The New York Times ensnared John McCain in one of the worst-timed and most pointless scandal stories ever written last night, quoting two anonymous sources who claim McCain confessed to never-specified but vaguely "inappropriate" behavior with a female telecommunications lobbyist, rode with her somewhere on a jet, and then his twitchy, neurotic aides supposedly decided the lobbyist had to be kept away from the senile old man. This all happened nine years ago and was outlined on Drudge Report two months ago, when there would have been some kind of point in the Times running even this tepid story because the Republicans had not yet rejected slimy philanderer Rudy Giuliani in favor of straight-talking maverick of integrity John McCain. But now McCain is the nominee in all but name, and this sad, toothless scandal story will be long forgotten by the time the general election rolls around eight months from now. What was the Times thinking?It was probably thinking about how its editor Bill Keller is developing a reputation for spiking stories when powerful people ask him to.
The bones of the McCain story, at least, were in place in December. Drudge's December 20 post included the key elements, and the Times' reporting was far enough along that McCain's staff was lobbying Times editors hard to kill the story. At one point, McCain talked with editor Keller.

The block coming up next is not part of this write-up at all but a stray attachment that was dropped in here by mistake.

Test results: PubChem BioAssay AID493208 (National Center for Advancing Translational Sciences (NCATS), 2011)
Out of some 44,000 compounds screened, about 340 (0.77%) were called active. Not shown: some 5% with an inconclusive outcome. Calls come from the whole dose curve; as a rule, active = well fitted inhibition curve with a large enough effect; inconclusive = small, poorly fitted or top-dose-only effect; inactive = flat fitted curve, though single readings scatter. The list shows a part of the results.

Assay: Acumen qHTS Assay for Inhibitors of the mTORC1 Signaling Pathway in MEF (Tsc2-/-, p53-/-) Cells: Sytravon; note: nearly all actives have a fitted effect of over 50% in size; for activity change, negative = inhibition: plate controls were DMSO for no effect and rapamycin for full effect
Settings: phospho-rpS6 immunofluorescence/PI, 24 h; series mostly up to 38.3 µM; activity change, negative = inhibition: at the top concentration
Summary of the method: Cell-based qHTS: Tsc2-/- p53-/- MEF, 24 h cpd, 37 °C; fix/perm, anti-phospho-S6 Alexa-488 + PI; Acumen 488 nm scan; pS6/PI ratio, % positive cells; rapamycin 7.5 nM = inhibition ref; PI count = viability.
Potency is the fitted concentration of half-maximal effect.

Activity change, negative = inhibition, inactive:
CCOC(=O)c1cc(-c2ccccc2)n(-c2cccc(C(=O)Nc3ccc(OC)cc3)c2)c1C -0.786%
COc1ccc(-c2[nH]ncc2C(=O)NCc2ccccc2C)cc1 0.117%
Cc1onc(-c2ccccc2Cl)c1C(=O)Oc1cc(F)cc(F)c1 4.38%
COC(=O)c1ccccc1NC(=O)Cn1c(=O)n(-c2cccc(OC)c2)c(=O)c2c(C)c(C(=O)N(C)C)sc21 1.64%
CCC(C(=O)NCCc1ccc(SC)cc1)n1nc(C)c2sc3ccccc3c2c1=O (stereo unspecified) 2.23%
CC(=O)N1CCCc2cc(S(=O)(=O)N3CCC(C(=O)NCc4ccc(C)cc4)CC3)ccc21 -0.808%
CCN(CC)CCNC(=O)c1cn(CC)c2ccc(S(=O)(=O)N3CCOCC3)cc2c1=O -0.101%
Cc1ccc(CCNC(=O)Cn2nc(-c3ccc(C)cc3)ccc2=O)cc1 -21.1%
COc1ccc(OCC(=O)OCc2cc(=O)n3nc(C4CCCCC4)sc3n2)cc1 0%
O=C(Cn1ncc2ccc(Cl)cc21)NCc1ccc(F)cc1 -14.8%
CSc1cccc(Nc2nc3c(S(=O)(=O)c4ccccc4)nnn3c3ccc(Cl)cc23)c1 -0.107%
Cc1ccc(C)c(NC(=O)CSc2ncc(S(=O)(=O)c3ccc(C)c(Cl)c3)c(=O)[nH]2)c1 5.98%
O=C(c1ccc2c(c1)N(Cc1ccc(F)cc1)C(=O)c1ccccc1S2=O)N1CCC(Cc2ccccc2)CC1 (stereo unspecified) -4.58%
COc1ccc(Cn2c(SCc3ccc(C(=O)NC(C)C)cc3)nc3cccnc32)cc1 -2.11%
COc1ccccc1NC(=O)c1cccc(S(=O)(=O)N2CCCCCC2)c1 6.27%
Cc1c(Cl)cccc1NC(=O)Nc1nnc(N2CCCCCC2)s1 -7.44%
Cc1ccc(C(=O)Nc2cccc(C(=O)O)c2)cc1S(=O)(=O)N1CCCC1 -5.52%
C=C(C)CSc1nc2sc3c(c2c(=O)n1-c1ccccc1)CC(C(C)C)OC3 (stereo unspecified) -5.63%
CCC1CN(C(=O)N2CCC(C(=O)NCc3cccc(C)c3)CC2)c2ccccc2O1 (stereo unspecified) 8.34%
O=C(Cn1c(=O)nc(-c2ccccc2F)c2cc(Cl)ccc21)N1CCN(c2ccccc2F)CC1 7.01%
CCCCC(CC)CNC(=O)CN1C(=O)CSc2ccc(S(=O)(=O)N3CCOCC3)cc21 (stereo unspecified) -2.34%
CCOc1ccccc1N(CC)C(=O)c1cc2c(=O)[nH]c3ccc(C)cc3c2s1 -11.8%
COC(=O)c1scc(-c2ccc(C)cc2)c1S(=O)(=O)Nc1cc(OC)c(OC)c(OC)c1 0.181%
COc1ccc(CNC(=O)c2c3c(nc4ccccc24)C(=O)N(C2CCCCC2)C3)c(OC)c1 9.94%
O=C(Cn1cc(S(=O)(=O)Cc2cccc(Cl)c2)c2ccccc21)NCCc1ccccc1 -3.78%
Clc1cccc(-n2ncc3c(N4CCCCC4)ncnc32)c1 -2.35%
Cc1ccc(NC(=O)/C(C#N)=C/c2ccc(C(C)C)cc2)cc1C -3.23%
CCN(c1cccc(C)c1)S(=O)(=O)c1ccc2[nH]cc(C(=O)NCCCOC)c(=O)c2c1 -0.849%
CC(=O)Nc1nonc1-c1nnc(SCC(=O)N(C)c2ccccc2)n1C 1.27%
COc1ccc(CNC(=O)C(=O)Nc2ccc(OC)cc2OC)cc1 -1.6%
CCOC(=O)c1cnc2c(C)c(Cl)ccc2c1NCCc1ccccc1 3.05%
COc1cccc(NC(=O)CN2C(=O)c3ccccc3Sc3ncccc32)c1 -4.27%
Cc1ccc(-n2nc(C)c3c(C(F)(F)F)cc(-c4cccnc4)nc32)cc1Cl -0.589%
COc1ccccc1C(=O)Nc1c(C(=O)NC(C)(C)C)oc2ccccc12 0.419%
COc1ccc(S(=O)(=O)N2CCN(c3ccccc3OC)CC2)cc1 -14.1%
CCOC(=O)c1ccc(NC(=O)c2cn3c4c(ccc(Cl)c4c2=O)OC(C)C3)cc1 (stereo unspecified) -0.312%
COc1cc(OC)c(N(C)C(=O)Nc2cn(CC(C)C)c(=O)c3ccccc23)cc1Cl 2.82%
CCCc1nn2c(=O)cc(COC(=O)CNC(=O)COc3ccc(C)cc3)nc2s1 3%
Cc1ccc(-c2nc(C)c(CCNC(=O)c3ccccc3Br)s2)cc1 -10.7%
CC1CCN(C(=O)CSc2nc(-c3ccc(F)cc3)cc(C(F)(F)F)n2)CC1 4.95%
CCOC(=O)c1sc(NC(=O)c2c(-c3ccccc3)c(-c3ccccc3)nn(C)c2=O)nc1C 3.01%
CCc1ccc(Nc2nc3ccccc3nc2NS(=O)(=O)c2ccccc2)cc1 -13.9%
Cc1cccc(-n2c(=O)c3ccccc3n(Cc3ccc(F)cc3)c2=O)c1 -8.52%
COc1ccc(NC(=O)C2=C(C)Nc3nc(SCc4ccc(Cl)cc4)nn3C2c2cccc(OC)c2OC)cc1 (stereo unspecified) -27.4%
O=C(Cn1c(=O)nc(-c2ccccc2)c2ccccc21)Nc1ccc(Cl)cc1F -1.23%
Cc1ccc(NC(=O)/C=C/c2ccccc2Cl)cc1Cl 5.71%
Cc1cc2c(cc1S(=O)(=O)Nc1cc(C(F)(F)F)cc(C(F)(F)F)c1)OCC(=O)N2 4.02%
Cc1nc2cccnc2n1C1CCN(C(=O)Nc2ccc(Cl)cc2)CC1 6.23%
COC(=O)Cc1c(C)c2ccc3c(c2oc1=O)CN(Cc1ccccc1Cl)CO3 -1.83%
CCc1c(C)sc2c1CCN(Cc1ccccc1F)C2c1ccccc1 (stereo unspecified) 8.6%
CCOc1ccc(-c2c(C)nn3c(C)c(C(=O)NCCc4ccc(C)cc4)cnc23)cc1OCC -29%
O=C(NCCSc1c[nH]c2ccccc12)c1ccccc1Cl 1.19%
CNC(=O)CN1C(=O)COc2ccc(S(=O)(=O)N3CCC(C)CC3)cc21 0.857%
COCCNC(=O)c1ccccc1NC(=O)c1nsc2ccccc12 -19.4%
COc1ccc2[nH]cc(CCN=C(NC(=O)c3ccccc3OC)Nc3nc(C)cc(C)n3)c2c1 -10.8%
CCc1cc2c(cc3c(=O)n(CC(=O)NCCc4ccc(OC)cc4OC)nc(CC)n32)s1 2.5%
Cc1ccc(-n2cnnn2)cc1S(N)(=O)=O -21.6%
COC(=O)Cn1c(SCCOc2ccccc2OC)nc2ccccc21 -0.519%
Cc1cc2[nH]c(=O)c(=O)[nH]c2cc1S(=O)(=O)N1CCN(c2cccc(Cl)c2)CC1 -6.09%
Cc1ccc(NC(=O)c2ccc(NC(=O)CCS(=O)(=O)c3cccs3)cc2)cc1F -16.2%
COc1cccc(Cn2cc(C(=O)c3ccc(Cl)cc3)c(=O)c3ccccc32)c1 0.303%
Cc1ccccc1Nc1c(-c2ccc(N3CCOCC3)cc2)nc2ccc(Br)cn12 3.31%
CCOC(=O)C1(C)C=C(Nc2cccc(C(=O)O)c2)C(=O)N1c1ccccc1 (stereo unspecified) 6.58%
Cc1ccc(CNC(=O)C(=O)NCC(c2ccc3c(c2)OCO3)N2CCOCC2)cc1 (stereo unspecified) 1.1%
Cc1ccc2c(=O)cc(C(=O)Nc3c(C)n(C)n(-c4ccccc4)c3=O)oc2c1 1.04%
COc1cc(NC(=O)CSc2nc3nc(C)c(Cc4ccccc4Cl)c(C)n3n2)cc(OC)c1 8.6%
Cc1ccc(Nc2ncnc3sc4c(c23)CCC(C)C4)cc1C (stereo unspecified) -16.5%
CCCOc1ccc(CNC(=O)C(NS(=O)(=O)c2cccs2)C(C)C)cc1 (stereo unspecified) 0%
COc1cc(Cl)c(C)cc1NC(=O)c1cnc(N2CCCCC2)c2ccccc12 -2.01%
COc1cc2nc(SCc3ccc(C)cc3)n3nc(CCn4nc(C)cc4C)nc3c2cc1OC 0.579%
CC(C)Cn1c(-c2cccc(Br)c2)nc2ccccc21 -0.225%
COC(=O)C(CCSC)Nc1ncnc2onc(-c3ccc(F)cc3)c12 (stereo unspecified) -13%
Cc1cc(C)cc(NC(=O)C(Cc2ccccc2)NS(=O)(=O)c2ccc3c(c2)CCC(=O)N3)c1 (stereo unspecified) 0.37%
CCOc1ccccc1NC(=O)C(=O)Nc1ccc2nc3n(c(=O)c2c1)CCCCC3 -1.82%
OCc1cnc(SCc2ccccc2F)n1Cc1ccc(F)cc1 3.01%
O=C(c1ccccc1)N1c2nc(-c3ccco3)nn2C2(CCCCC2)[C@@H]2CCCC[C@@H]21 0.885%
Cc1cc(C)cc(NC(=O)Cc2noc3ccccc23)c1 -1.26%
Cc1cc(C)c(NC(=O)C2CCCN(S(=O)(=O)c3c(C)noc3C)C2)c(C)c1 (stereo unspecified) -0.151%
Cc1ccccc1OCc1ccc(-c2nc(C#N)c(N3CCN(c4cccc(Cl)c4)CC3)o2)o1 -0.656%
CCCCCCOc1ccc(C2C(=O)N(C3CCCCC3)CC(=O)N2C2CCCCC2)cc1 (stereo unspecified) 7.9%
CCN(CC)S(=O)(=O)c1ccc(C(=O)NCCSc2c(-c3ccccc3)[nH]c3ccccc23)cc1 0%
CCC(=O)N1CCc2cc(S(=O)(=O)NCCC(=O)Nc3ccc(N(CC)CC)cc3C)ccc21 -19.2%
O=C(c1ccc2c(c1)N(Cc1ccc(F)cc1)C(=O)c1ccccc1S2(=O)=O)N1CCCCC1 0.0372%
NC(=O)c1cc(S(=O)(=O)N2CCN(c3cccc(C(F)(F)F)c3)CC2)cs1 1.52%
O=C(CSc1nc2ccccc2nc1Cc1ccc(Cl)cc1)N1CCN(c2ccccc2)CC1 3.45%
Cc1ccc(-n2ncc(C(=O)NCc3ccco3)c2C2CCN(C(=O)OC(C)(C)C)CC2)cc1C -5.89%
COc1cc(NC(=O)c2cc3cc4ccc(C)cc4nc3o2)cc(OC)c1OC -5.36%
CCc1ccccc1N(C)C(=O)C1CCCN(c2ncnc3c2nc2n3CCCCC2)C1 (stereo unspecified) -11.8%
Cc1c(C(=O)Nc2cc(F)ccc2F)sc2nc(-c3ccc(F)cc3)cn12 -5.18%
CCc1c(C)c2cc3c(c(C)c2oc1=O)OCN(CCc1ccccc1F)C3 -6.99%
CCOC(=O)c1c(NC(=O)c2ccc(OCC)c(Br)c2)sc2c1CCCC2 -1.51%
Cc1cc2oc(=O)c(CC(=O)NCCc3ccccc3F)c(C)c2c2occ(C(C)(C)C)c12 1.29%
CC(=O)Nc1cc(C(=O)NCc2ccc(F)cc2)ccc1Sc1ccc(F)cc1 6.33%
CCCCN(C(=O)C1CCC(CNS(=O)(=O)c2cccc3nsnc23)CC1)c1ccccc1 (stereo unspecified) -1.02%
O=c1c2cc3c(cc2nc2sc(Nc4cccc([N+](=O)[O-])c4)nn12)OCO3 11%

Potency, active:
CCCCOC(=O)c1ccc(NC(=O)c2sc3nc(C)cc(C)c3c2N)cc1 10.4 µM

The story then "stalled." Drudge wrote that lead reporter Jim Rutenberg was "beyond frustrated" with the lobbying against the story. Another reporter on the team, Marilyn Thompson, left the Times soon thereafter; her departure for the Washington Post was announced Feb. 12.
The backdrop for all this is Keller's much-criticisized decision in 2004 to hold until after the presidential election, and indeed for a full 14 months, the blockbuster news of how the government was listening to phone calls of people inside the U.S. without warrants. Why did Keller hold that story? Because the White House asked him to, sort of like how would-be president McCain asked him to hold the lobbyist story.
Keller seems to have let the story loose this time around to avoid another PR disaster; he didn't want the Times to get upstaged by the highbrow competitors he actually cares about, like the New Republic, which was working on a story about the meta-scandal within the Times, or Politico or Newsweek, also reportedly working on stories.
With revenue plummeting and its board grappling with a hostile investor, why did the Times yet again hold a big story until it went stale?